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T-shirt SOPWITH F-1 CAMEL beige

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T-shirt SOPWITH F-1 CAMEL beige
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T-shirt SOPWITH F-1 CAMEL beige

Sopwith F-1 Camel
Unisex T-shirt with short sleeves. 100% cotton, fabric 200 g / m2, knit single jersey.

Sopwith Camel
Camel fighting in England

I remember the Sopwith Camel, as one remembers for her first car. Even though I have experienced very dramatic moments in it that have marked many years of my next life.  

The year 1917 caught me in the ranks of the British Royal Air Force. We all wanted to fight, destroy the enemy, and like every young man we felt immortal. No, we were not crazy, that was the time. Have we ever been afraid? Yes, sometimes he touched us and broke ice joints into our hot hearts. It was when we watched our friends, whom we had drunk with thick tea we had drunk from the battered tin mugs in the morning, were rushing down in the burning ruins of their machines. But then we were tempted to avenge our friends, and we fought back into the fighters and were looking forward to the gunshots on the back of the aircraft barking and hitting their targets. And precisely because of Vickers machine guns, lashed at the back of the fuselage in front of the cockpit, the Sopwith Camel, the Camel, got its name. Conclusions of machine guns covered a "hump", because of which you could not mistake this plane with any other. The first Sopwith Camel aircraft were allocated to the operational units in May 1917, and in July they had already taken part in the first fights. And I was sitting in one of these biplane. I was proud to put my life behind the man in the trenches. Support for ground troops - that was our task.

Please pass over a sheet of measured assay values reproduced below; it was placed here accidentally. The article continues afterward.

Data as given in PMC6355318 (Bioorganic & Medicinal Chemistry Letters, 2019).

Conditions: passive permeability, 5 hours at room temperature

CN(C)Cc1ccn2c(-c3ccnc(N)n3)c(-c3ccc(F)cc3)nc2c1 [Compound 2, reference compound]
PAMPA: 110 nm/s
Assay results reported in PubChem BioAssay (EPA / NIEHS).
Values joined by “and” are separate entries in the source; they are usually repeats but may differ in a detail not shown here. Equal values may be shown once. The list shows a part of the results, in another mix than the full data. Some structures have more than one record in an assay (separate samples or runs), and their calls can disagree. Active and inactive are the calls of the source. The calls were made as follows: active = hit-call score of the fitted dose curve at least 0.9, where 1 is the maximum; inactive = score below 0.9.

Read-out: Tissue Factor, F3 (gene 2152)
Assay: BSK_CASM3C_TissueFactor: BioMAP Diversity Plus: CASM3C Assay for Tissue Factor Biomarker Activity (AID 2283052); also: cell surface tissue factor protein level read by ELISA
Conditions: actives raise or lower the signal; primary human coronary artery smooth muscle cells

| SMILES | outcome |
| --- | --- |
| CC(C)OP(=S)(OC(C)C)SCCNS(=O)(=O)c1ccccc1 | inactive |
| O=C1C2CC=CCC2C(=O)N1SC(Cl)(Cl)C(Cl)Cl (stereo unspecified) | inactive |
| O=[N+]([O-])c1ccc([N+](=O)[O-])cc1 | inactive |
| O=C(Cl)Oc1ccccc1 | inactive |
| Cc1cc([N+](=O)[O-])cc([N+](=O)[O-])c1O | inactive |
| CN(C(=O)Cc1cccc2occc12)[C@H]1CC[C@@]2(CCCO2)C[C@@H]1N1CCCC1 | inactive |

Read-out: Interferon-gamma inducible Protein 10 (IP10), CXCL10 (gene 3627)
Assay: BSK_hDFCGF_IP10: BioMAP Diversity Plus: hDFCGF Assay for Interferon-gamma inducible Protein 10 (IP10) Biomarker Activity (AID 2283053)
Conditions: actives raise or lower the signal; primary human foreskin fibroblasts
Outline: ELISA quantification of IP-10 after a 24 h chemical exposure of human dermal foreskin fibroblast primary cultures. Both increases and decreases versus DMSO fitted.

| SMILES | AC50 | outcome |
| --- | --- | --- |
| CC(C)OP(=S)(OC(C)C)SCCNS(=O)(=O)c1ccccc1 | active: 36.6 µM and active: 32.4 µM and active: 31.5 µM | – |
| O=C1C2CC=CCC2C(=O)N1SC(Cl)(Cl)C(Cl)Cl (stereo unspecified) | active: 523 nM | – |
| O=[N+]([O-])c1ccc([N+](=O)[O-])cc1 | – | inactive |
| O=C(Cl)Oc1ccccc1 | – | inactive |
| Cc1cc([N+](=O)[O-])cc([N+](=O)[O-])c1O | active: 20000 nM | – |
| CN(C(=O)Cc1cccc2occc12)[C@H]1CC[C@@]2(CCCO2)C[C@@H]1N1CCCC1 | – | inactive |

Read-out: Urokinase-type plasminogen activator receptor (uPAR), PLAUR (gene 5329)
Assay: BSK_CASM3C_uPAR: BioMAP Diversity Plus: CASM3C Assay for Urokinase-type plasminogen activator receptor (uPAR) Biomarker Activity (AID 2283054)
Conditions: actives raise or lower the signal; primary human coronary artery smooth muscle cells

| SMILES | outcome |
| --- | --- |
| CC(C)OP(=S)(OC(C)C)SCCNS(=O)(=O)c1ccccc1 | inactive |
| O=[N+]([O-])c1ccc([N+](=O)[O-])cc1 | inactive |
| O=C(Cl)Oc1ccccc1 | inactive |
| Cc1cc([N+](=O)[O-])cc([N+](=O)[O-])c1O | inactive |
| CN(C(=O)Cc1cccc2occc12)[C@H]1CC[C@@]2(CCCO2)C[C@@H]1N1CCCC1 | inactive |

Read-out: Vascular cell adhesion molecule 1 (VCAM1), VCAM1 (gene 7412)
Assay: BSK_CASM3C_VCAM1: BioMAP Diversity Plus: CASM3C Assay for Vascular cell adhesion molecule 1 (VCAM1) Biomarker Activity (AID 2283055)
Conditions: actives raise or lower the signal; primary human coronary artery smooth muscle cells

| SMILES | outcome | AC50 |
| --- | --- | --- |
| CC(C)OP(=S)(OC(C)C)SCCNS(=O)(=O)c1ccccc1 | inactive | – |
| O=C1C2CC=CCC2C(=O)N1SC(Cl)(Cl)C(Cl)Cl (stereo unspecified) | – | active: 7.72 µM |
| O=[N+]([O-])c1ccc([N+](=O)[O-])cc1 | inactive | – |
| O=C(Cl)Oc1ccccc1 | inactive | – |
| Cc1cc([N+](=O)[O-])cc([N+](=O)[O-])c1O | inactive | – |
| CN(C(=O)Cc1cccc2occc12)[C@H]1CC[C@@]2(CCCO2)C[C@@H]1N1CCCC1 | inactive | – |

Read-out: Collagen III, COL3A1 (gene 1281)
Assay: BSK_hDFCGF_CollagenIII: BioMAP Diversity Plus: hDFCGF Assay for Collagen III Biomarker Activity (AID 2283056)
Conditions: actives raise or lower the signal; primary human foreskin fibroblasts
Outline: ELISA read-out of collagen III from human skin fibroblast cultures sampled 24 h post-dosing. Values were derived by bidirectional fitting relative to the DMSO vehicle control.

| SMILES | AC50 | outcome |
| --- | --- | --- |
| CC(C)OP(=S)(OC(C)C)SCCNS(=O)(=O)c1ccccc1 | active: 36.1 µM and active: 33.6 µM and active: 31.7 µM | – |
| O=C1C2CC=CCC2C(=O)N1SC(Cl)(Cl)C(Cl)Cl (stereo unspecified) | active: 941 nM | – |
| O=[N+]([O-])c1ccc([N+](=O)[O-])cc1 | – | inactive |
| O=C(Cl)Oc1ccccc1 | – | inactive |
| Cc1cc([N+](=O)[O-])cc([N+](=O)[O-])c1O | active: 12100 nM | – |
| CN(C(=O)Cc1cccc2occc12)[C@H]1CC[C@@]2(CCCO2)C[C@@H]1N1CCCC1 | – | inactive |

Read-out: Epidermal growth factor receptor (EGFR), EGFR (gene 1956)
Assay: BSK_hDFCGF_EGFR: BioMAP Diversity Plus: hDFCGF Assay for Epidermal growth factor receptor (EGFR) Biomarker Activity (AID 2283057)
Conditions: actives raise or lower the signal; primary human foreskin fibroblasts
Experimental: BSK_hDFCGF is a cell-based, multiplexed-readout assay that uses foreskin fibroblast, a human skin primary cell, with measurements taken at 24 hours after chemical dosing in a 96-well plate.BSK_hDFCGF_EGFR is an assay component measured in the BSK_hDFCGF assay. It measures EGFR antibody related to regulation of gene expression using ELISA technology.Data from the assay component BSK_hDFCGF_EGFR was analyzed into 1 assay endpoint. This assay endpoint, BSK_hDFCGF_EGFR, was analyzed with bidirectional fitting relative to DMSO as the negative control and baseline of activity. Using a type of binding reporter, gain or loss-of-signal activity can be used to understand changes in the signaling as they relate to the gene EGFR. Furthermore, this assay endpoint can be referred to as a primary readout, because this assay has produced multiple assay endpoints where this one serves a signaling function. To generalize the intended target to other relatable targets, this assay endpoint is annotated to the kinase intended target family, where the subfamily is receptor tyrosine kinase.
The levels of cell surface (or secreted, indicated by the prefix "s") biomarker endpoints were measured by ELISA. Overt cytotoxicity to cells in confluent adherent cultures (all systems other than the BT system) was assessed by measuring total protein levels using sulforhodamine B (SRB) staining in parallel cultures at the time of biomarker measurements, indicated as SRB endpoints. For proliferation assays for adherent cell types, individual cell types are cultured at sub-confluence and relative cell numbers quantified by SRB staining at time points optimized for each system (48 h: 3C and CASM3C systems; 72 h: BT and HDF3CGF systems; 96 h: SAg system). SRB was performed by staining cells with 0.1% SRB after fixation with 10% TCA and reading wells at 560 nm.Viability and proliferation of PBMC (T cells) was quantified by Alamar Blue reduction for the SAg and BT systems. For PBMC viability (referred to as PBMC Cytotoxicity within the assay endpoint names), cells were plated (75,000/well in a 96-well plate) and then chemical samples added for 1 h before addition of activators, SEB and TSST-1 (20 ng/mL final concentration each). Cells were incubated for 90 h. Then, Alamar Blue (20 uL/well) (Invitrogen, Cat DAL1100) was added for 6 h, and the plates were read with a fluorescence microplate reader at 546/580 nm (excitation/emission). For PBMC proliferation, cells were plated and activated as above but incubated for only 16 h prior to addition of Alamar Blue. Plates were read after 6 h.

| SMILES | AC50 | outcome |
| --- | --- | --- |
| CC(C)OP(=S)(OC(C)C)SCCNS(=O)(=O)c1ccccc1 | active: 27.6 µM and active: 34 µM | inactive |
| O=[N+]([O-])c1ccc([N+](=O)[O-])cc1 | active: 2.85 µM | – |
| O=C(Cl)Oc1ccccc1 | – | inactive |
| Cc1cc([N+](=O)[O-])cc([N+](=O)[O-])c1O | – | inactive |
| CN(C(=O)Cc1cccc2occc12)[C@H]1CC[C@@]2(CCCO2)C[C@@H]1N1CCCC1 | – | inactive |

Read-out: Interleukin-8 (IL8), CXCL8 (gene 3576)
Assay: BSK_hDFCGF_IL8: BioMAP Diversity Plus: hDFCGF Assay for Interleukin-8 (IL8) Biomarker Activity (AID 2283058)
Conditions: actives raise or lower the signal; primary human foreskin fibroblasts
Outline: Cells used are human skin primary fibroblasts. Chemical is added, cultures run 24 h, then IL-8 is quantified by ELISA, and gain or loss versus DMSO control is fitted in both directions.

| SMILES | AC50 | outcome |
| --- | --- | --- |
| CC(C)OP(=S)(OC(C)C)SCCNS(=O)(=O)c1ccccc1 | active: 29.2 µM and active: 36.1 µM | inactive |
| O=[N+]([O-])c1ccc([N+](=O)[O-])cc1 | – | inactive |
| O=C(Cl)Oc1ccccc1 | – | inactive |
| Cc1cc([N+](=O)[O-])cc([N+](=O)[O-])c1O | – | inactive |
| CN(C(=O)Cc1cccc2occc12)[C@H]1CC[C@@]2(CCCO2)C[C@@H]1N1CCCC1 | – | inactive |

And so, in one of the June 1917 supper in 1917, I climbed into one of the three "Camels" patrol planes to the horizon. The flight took place without difficulty, we did not find any enemy planes with large black crosses on the wings and the tail. In the glow of the Reds we were returning to our airport, and suddenly there was a dark detonation of the anti-aircraft batteries at the far end. Before I could figure out what was going on, there was a gunfire from above, and in the wings and cloak of my "Camel" it was holed. The German Fokker had slipped from a height like a hawk who attacked his prey and chose me. Then the fire came back again, and I felt the aching pain in my shoulder. The plane swung and I knew I was fighting for survival. The machine guns of the other two "camels" barked, and both Sopwith Camel machines blew the bend in a desperate attempt to hit the enemy, escape his missiles, and save my life. At that moment, I did not see much about the fight. I did not see Fokker escaping from the reach of our weapons and disappearing against the sky. Intuitively, I tried to land rather than deliberately. I still see how the green area of ​​the airport is approaching too fast. Then the shock came, the pain fired like a white flame, and she blinded me. I lost consciousness.  

I returned to the hospital bed of a military hospital where I spent two months. Upon returning to my airplane, the cabin of the aircraft was forbidden. The arm did not serve as long as I needed to drive the machine. And so I joined the team of airport mechanics and hangars. At the locker door, I hung my airsuit with a shield on my shoulder to keep reminding me that I was not complaining about fate, but that I must be grateful.

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